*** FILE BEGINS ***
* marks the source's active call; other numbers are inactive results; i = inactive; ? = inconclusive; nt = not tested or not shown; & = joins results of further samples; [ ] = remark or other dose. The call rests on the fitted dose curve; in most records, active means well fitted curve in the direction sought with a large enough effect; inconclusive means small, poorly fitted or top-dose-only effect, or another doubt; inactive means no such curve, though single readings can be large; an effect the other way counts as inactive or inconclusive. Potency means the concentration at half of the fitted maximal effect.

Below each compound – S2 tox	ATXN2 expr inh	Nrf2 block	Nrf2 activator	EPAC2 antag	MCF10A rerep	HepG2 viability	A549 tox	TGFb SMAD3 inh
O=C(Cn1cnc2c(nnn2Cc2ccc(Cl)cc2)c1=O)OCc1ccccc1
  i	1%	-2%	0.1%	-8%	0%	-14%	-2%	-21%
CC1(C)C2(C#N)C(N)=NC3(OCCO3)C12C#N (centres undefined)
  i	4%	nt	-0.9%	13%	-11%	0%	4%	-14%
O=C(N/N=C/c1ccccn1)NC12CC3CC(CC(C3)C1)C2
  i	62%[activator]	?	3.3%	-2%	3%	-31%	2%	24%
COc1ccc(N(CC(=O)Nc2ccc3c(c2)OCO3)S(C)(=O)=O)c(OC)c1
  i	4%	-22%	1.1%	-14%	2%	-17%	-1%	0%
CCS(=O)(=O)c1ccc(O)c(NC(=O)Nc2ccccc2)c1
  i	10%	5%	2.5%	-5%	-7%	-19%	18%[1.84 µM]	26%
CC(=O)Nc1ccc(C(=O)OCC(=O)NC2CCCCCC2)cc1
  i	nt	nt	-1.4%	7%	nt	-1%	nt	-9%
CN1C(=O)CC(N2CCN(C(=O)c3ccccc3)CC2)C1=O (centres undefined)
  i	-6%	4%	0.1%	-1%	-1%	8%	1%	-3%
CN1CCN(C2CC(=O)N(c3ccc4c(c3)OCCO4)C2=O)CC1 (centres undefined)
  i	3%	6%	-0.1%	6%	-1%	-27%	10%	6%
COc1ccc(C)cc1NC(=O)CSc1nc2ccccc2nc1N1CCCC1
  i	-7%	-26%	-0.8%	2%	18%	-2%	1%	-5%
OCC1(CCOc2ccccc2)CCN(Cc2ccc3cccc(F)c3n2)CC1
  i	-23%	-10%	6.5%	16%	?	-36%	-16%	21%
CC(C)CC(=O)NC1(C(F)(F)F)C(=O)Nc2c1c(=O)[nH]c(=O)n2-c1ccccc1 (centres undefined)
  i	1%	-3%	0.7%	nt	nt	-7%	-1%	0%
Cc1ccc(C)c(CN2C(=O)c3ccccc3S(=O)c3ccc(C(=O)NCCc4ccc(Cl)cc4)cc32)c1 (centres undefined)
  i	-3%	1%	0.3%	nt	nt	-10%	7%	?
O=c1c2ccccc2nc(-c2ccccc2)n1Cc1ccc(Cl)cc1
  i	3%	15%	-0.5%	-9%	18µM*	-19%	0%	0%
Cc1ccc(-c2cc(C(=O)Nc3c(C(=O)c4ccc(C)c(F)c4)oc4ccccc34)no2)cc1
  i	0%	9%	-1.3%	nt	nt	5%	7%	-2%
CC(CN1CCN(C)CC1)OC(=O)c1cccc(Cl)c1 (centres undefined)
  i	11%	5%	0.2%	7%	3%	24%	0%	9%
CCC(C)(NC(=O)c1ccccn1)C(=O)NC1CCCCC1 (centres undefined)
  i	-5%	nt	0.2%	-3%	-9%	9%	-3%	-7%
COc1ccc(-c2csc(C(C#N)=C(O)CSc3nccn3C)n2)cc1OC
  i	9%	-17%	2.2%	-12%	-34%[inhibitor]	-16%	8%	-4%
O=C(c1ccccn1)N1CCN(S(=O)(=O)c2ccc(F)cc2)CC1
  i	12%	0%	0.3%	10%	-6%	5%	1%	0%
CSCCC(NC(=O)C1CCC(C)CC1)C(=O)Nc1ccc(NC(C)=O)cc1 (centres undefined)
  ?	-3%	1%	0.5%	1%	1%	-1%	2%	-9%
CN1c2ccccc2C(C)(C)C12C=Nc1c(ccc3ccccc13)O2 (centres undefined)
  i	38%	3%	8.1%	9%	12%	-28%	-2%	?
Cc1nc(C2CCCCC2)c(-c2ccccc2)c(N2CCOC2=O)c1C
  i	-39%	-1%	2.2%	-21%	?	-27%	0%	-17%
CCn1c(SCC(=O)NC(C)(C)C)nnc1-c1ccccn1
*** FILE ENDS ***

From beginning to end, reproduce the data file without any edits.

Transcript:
* marks the source's active call; other numbers are inactive results; i = inactive; ? = inconclusive; nt = not tested or not shown; & = joins results of further samples; [ ] = remark or other dose. The call rests on the fitted dose curve; in most records, active means well fitted curve in the direction sought with a large enough effect; inconclusive means small, poorly fitted or top-dose-only effect, or another doubt; inactive means no such curve, though single readings can be large; an effect the other way counts as inactive or inconclusive. Potency means the concentration at half of the fitted maximal effect.

Below each compound – S2 tox	ATXN2 expr inh	Nrf2 block	Nrf2 activator	EPAC2 antag	MCF10A rerep	HepG2 viability	A549 tox	TGFb SMAD3 inh
O=C(Cn1cnc2c(nnn2Cc2ccc(Cl)cc2)c1=O)OCc1ccccc1
  i	1%	-2%	0.1%	-8%	0%	-14%	-2%	-21%
CC1(C)C2(C#N)C(N)=NC3(OCCO3)C12C#N (centres undefined)
  i	4%	nt	-0.9%	13%	-11%	0%	4%	-14%
O=C(N/N=C/c1ccccn1)NC12CC3CC(CC(C3)C1)C2
  i	62%[activator]	?	3.3%	-2%	3%	-31%	2%	24%
COc1ccc(N(CC(=O)Nc2ccc3c(c2)OCO3)S(C)(=O)=O)c(OC)c1
  i	4%	-22%	1.1%	-14%	2%	-17%	-1%	0%
CCS(=O)(=O)c1ccc(O)c(NC(=O)Nc2ccccc2)c1
  i	10%	5%	2.5%	-5%	-7%	-19%	18%[1.84 µM]	26%
CC(=O)Nc1ccc(C(=O)OCC(=O)NC2CCCCCC2)cc1
  i	nt	nt	-1.4%	7%	nt	-1%	nt	-9%
CN1C(=O)CC(N2CCN(C(=O)c3ccccc3)CC2)C1=O (centres undefined)
  i	-6%	4%	0.1%	-1%	-1%	8%	1%	-3%
CN1CCN(C2CC(=O)N(c3ccc4c(c3)OCCO4)C2=O)CC1 (centres undefined)
  i	3%	6%	-0.1%	6%	-1%	-27%	10%	6%
COc1ccc(C)cc1NC(=O)CSc1nc2ccccc2nc1N1CCCC1
  i	-7%	-26%	-0.8%	2%	18%	-2%	1%	-5%
OCC1(CCOc2ccccc2)CCN(Cc2ccc3cccc(F)c3n2)CC1
  i	-23%	-10%	6.5%	16%	?	-36%	-16%	21%
CC(C)CC(=O)NC1(C(F)(F)F)C(=O)Nc2c1c(=O)[nH]c(=O)n2-c1ccccc1 (centres undefined)
  i	1%	-3%	0.7%	nt	nt	-7%	-1%	0%
Cc1ccc(C)c(CN2C(=O)c3ccccc3S(=O)c3ccc(C(=O)NCCc4ccc(Cl)cc4)cc32)c1 (centres undefined)
  i	-3%	1%	0.3%	nt	nt	-10%	7%	?
O=c1c2ccccc2nc(-c2ccccc2)n1Cc1ccc(Cl)cc1
  i	3%	15%	-0.5%	-9%	18µM*	-19%	0%	0%
Cc1ccc(-c2cc(C(=O)Nc3c(C(=O)c4ccc(C)c(F)c4)oc4ccccc34)no2)cc1
  i	0%	9%	-1.3%	nt	nt	5%	7%	-2%
CC(CN1CCN(C)CC1)OC(=O)c1cccc(Cl)c1 (centres undefined)
  i	11%	5%	0.2%	7%	3%	24%	0%	9%
CCC(C)(NC(=O)c1ccccn1)C(=O)NC1CCCCC1 (centres undefined)
  i	-5%	nt	0.2%	-3%	-9%	9%	-3%	-7%
COc1ccc(-c2csc(C(C#N)=C(O)CSc3nccn3C)n2)cc1OC
  i	9%	-17%	2.2%	-12%	-34%[inhibitor]	-16%	8%	-4%
O=C(c1ccccn1)N1CCN(S(=O)(=O)c2ccc(F)cc2)CC1
  i	12%	0%	0.3%	10%	-6%	5%	1%	0%
CSCCC(NC(=O)C1CCC(C)CC1)C(=O)Nc1ccc(NC(C)=O)cc1 (centres undefined)
  ?	-3%	1%	0.5%	1%	1%	-1%	2%	-9%
CN1c2ccccc2C(C)(C)C12C=Nc1c(ccc3ccccc13)O2 (centres undefined)
  i	38%	3%	8.1%	9%	12%	-28%	-2%	?
Cc1nc(C2CCCCC2)c(-c2ccccc2)c(N2CCOC2=O)c1C
  i	-39%	-1%	2.2%	-21%	?	-27%	0%	-17%
CCn1c(SCC(=O)NC(C)(C)C)nnc1-c1ccccn1